What is the problem you are having with rclone?
My understanding is the rclone copies and/or synchronizes files with services like Dropbox using their API. If yes, Dropbox indicates that there's a file size limit - What is the Dropbox file size limit? - Dropbox Help. Since I have single files larger than 1.5TB (compressed with LZMA), how can I copy or synchronize these across to Dropbox without splitting the files?
Which cloud storage system are you using? (eg Google Drive)
Based on link you provided Dropbox API limit is 375 GB. Then it is what it is...
With rclone only option available is to use rclone chunker overlay.
However as rclone does not support (at least not yet) resumption of interrupted transfers I would look into other solutions. With massive files like in your question chances of some interruption are not something to ignore. It can even make uploading such huge files close to impossible with slow connections - when upload is taking days then chances of some hiccup grow with time.
To store such files in a cloud storage I would use backup programs like
kopia - they split files into chunks and both allow to resume interrupted transfers - already uploaded chunks can be reused.
Thanks @kapitainsky. I'm guessing I'll have to look at other cloud providers since regardless of whether it's rclone or some other backup program, the bottleneck will be the API. Does anyone have suggestions?
Not with kopia nor restic - they store files in chunks.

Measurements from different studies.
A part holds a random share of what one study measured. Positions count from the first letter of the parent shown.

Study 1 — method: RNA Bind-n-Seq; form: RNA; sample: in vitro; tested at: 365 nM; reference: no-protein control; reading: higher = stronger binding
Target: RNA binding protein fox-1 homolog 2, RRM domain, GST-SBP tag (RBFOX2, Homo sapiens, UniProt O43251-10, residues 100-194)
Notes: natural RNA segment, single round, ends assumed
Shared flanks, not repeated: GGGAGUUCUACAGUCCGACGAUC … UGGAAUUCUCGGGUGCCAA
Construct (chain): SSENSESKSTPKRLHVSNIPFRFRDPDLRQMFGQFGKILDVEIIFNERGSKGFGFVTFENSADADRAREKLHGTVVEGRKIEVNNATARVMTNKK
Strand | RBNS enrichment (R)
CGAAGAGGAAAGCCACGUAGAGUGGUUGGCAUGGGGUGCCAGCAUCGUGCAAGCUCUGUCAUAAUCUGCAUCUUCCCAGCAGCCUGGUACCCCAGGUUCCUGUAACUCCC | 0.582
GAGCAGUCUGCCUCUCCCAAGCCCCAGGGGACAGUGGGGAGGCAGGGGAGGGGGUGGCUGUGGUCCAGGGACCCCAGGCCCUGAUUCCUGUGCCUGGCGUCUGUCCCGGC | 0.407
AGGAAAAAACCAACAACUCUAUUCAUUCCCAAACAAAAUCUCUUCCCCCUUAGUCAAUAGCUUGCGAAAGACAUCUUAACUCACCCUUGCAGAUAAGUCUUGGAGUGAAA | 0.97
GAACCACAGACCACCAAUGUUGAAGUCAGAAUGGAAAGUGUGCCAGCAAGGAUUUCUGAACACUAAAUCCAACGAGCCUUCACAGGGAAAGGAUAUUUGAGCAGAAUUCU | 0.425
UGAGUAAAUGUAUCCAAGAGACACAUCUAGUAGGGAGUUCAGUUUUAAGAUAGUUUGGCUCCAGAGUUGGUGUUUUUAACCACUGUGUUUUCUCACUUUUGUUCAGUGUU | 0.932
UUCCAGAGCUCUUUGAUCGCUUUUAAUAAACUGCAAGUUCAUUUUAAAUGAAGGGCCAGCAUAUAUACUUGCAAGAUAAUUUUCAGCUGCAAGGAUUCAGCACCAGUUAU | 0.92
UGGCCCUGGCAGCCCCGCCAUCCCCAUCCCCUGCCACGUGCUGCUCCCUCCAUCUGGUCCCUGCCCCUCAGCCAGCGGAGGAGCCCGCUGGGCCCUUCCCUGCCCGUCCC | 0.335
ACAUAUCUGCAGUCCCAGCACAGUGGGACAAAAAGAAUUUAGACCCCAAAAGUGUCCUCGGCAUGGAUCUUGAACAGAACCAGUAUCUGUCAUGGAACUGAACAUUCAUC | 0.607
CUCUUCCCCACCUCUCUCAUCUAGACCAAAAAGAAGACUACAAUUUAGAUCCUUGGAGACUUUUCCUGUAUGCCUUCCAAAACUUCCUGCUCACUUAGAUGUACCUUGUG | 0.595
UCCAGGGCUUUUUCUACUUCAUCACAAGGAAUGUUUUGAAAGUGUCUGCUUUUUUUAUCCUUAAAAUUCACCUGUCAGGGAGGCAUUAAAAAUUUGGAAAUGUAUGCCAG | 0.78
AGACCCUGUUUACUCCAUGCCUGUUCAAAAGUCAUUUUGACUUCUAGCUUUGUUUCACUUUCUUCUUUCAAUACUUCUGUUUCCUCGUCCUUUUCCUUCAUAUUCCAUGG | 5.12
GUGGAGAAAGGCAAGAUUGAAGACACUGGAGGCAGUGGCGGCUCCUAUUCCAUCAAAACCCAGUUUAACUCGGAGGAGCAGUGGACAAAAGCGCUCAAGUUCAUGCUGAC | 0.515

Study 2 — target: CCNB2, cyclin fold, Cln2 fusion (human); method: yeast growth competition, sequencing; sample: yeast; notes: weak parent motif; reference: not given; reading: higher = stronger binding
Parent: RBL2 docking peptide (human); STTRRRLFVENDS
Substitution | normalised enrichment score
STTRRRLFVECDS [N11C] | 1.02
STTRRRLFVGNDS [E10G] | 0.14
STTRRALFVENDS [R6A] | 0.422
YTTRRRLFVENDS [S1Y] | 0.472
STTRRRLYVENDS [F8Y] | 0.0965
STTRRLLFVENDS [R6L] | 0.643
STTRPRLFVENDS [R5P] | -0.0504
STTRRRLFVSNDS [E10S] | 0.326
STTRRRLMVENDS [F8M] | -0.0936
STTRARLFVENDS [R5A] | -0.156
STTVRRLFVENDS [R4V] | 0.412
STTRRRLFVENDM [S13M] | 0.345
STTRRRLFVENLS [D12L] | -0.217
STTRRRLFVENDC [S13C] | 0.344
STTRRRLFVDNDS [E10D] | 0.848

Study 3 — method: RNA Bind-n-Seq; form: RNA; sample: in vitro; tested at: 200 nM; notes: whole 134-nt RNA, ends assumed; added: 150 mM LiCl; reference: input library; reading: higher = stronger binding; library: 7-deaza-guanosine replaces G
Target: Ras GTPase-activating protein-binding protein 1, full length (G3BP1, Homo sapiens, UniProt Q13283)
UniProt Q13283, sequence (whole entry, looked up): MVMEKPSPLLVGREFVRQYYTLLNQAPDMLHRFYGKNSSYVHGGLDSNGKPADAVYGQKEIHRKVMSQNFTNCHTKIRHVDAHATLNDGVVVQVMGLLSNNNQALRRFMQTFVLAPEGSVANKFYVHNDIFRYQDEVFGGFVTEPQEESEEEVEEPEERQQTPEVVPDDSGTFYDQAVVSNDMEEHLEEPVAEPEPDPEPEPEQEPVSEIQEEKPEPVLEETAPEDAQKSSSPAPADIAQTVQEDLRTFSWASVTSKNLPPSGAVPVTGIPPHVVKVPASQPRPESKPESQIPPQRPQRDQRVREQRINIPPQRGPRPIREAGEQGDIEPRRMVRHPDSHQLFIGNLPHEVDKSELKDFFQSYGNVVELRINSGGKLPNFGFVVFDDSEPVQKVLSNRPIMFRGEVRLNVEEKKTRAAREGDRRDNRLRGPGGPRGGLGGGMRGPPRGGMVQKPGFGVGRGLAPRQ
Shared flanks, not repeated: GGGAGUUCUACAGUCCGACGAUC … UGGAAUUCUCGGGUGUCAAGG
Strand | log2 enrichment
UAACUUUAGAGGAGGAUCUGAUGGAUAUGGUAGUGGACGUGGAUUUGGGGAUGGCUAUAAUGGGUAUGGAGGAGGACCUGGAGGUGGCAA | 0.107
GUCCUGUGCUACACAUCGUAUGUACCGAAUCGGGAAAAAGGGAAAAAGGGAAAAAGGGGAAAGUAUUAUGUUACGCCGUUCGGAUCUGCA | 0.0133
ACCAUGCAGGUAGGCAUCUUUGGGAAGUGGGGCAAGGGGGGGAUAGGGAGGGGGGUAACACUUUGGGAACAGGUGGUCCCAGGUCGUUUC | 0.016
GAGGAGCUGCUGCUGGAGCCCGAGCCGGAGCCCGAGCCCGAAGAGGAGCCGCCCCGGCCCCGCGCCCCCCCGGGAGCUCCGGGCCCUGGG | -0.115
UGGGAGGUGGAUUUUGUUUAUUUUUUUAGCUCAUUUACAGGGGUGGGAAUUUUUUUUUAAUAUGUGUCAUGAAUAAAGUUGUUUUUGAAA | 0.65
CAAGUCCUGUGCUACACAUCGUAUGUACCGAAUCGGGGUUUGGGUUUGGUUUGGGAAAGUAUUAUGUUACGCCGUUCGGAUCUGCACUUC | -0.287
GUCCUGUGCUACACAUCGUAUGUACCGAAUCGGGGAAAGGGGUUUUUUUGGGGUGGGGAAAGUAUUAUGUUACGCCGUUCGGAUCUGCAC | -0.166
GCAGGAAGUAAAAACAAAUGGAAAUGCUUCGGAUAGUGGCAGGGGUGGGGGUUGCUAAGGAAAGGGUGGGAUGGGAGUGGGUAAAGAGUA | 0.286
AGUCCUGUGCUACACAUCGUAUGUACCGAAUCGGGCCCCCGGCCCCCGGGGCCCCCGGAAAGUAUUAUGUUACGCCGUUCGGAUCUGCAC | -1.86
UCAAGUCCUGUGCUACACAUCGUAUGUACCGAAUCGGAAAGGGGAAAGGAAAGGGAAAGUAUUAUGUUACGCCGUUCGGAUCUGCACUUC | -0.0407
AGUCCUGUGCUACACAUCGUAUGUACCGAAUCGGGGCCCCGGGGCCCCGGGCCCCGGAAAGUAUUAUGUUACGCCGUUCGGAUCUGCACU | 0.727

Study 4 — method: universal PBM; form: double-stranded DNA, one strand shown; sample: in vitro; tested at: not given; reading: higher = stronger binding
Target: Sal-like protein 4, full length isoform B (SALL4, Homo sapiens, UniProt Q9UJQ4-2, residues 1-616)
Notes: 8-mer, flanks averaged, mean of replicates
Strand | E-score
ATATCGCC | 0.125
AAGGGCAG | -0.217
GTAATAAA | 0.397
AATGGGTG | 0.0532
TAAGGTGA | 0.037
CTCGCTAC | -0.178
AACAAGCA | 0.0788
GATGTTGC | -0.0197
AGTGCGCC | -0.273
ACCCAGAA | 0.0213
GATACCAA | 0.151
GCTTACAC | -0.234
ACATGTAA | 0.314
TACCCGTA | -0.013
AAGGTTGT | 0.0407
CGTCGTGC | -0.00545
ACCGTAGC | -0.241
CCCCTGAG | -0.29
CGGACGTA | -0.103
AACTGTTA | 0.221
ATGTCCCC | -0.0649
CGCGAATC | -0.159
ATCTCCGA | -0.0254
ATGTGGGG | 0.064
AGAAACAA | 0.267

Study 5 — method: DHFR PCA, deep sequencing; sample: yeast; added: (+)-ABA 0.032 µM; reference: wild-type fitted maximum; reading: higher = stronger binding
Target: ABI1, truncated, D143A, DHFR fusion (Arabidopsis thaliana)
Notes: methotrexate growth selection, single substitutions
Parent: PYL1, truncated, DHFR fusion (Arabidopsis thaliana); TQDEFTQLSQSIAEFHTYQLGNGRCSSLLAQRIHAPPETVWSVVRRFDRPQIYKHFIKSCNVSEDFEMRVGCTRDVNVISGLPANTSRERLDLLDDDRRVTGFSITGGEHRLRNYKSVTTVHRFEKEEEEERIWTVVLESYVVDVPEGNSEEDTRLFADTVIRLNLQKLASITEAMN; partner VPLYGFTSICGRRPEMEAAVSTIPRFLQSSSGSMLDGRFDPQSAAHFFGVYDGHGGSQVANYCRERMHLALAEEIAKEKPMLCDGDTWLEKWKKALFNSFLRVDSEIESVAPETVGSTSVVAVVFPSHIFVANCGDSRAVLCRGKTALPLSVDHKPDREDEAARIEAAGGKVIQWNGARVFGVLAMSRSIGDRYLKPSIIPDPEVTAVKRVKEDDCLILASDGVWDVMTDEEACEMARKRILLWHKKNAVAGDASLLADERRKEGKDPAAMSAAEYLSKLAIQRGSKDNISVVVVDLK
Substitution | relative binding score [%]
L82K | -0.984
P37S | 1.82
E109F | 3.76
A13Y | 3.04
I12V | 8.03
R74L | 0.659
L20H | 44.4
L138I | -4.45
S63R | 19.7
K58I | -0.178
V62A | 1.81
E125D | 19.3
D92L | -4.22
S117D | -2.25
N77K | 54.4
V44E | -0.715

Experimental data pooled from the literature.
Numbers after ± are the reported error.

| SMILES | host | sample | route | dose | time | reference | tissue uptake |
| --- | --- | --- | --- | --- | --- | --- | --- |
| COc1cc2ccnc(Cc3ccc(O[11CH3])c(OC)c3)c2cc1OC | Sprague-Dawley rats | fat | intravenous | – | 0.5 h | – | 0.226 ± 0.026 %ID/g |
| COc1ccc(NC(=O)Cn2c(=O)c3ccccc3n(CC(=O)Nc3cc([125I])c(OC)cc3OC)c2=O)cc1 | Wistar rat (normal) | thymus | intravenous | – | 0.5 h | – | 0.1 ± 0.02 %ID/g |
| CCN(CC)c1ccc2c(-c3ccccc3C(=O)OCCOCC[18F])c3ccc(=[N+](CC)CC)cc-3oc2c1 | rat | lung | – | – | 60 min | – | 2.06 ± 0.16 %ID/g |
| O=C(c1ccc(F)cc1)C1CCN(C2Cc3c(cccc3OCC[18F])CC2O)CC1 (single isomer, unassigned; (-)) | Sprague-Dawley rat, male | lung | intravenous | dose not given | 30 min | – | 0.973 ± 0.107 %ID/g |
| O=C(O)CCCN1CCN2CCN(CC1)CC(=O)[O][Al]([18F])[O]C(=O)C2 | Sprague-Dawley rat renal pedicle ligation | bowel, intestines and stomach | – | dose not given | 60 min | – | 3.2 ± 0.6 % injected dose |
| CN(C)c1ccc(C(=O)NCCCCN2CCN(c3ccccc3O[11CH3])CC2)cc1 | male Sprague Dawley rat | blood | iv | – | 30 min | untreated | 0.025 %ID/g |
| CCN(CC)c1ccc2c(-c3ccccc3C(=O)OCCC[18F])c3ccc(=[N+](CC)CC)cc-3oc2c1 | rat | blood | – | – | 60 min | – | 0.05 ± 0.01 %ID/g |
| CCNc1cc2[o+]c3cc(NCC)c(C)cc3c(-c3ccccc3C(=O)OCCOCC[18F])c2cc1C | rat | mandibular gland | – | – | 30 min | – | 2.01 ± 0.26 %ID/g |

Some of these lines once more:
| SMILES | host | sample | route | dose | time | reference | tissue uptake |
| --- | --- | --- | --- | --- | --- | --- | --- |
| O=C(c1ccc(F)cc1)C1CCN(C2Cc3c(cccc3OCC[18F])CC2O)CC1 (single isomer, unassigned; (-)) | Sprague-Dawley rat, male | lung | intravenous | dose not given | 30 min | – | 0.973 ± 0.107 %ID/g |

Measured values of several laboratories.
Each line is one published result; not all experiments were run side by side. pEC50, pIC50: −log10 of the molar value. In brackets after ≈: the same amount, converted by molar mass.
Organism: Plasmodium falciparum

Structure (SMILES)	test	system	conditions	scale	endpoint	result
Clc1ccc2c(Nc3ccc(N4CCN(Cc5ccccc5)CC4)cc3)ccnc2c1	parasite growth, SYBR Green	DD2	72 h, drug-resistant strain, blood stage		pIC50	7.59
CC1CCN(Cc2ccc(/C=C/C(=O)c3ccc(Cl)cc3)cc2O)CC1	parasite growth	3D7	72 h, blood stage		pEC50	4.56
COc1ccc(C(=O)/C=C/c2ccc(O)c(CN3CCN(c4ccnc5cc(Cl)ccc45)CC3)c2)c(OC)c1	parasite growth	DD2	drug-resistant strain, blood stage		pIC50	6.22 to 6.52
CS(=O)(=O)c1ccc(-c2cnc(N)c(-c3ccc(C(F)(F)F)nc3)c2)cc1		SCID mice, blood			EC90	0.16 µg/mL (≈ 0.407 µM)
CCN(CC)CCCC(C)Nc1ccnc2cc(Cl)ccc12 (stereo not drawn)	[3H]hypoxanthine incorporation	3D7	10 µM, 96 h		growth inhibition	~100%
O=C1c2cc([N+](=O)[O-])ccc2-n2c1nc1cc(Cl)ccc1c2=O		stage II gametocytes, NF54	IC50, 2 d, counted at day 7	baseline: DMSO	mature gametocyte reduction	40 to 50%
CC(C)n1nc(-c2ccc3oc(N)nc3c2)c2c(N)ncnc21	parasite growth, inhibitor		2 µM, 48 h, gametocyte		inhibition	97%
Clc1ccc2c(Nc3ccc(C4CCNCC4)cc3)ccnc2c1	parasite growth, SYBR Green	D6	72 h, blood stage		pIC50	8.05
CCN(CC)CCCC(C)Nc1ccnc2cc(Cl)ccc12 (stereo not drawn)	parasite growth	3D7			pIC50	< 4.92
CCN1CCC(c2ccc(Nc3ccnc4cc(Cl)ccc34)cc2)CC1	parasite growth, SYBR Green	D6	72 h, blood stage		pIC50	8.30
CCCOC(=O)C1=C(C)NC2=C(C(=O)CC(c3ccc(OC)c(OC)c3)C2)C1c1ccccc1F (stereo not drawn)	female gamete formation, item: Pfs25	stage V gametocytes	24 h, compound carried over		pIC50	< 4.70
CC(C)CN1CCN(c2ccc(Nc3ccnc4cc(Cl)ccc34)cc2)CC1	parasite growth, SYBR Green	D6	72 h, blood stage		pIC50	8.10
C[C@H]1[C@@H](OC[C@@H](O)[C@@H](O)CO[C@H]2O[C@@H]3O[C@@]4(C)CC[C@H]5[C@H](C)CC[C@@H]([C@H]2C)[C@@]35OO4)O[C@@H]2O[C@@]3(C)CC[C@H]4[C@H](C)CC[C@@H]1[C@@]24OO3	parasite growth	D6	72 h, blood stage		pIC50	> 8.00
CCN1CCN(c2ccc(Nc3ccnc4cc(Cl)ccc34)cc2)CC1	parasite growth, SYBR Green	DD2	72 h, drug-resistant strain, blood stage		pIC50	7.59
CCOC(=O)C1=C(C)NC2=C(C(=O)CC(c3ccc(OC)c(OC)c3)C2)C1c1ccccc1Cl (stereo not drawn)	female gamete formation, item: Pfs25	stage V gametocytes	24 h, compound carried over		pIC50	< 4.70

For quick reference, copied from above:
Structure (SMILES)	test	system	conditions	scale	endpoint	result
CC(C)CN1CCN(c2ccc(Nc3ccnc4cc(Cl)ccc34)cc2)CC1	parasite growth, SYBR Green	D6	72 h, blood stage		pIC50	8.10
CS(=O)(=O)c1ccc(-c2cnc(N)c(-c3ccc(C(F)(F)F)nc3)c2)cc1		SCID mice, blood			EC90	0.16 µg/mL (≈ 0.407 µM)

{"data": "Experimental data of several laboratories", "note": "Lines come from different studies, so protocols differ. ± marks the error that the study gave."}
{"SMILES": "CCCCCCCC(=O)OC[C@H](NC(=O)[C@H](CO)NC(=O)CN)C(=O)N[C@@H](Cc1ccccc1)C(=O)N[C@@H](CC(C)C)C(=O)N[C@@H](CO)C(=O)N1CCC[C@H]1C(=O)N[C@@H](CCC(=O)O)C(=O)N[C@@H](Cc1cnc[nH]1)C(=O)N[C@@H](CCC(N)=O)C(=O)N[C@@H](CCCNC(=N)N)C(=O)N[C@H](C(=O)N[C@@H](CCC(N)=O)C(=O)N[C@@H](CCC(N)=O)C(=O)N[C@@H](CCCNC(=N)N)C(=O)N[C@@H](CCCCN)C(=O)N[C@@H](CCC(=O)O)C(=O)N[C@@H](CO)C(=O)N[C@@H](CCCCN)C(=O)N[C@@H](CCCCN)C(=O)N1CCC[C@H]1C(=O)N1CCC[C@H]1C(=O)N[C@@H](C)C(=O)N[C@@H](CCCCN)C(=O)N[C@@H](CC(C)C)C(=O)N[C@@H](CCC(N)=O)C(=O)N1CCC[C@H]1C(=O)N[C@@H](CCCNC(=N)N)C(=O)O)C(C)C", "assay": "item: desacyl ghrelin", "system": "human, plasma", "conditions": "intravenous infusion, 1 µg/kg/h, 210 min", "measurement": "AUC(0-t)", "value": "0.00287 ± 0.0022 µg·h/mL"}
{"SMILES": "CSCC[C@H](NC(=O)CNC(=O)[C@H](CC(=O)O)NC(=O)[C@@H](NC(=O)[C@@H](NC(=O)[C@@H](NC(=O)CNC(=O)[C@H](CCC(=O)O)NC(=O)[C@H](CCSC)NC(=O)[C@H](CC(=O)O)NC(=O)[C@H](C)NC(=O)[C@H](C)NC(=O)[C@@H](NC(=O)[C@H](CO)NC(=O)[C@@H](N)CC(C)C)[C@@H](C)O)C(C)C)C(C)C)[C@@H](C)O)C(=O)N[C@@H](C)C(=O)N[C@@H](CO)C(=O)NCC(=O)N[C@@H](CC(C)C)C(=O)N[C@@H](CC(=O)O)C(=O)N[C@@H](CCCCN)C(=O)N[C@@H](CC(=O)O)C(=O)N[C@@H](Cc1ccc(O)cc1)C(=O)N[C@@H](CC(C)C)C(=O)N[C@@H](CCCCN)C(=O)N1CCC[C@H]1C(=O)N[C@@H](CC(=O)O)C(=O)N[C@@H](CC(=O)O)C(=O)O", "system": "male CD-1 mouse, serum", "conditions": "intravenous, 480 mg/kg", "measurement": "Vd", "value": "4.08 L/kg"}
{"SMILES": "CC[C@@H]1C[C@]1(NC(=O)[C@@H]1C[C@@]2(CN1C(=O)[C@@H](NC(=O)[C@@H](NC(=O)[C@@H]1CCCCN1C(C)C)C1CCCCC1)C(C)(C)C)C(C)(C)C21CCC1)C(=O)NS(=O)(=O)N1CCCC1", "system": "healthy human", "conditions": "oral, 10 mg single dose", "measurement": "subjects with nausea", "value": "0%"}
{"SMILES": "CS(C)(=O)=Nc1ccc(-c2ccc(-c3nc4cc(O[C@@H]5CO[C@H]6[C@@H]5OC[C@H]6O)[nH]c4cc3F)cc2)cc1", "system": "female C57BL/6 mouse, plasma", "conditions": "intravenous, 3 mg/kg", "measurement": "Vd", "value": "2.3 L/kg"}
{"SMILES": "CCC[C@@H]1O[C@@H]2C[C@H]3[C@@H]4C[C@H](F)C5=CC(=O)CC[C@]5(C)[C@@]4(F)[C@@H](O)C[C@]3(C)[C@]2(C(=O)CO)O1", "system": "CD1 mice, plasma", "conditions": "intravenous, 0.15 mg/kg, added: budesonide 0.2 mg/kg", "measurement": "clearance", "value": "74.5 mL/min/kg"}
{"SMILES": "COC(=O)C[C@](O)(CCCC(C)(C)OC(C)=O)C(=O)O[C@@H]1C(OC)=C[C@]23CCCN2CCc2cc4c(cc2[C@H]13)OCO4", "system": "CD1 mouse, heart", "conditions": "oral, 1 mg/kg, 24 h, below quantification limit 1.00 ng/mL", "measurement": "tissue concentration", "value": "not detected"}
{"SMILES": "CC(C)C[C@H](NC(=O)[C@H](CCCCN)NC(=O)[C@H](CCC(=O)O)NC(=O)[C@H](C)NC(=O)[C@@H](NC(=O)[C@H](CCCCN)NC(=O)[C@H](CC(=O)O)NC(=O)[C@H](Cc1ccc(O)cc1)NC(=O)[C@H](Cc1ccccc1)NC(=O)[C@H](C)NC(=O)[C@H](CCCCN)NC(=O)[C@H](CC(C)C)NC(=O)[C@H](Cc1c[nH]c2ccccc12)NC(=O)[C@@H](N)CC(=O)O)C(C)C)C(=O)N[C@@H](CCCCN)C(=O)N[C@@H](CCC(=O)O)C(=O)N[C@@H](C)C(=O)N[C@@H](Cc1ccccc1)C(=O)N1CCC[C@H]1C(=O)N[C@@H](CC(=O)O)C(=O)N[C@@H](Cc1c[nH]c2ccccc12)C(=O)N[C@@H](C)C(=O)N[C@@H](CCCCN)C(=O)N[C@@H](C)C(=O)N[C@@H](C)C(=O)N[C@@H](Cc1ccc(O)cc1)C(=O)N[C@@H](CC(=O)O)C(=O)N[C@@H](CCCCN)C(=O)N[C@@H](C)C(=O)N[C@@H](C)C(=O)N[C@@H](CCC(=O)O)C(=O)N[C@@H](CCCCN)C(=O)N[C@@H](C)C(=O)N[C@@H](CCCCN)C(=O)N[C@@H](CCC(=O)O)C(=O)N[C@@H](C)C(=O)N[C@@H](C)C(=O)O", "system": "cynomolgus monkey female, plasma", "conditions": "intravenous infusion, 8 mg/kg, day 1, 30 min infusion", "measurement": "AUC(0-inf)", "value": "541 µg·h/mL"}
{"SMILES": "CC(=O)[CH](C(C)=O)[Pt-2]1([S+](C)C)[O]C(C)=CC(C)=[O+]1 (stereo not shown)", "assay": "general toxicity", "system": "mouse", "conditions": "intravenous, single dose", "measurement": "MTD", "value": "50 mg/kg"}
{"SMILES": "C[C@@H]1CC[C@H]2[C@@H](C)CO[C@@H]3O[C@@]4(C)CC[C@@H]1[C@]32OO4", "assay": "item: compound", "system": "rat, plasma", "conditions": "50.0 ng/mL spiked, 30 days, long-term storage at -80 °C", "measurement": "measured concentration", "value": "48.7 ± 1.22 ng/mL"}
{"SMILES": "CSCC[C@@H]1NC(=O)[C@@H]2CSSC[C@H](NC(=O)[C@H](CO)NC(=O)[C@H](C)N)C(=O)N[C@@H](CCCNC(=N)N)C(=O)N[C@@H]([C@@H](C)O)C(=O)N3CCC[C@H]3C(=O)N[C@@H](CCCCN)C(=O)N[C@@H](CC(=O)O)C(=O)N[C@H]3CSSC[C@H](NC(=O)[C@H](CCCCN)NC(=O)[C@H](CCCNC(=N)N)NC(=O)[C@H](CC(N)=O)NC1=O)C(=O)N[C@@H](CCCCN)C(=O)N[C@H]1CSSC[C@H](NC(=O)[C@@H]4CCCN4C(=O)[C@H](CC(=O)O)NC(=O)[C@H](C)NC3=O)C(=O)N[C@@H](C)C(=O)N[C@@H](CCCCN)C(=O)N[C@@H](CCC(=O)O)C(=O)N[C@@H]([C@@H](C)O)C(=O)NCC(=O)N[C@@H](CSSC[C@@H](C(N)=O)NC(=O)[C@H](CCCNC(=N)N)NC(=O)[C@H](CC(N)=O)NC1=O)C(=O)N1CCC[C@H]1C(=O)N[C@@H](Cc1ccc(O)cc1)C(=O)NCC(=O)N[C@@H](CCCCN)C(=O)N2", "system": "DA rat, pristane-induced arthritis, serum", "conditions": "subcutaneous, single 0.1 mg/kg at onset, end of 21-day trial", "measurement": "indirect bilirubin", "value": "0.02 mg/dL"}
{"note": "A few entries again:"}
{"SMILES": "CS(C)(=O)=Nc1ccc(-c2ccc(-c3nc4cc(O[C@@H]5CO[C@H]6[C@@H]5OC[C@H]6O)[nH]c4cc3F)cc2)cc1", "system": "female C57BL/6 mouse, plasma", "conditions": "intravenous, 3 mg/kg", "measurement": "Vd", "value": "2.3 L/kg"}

You can look at AWS S3 (max size of object 5TB) but you will have the same challenges when uploading or downloading such big files. If you try to do this in one go then any problem on the way means you have to start again.
Other approach using rclone only I think would work well too with any cloud storage.
- rclone chunker to local directory. With e.g. chunk size 1GB it would mean 1000 files per TB which is OK for any filesystem.
- rclone sync of all chunks to the cloud
- rclone sync of all required chunks to local storage
- local storage via rclone chunker to get original concatenated file
Both operations steps can be wrapped in some script making it from user perspective as simple as
copy BIGfile to cloud/
restore BIGfile from cloud. Only what is needed is few TB free disk space which is not a problem nowadays - even SSD.
Advantage of this method would be that any transfer problems would only require retrying relatively small chunks instead of 1.5 TB file.
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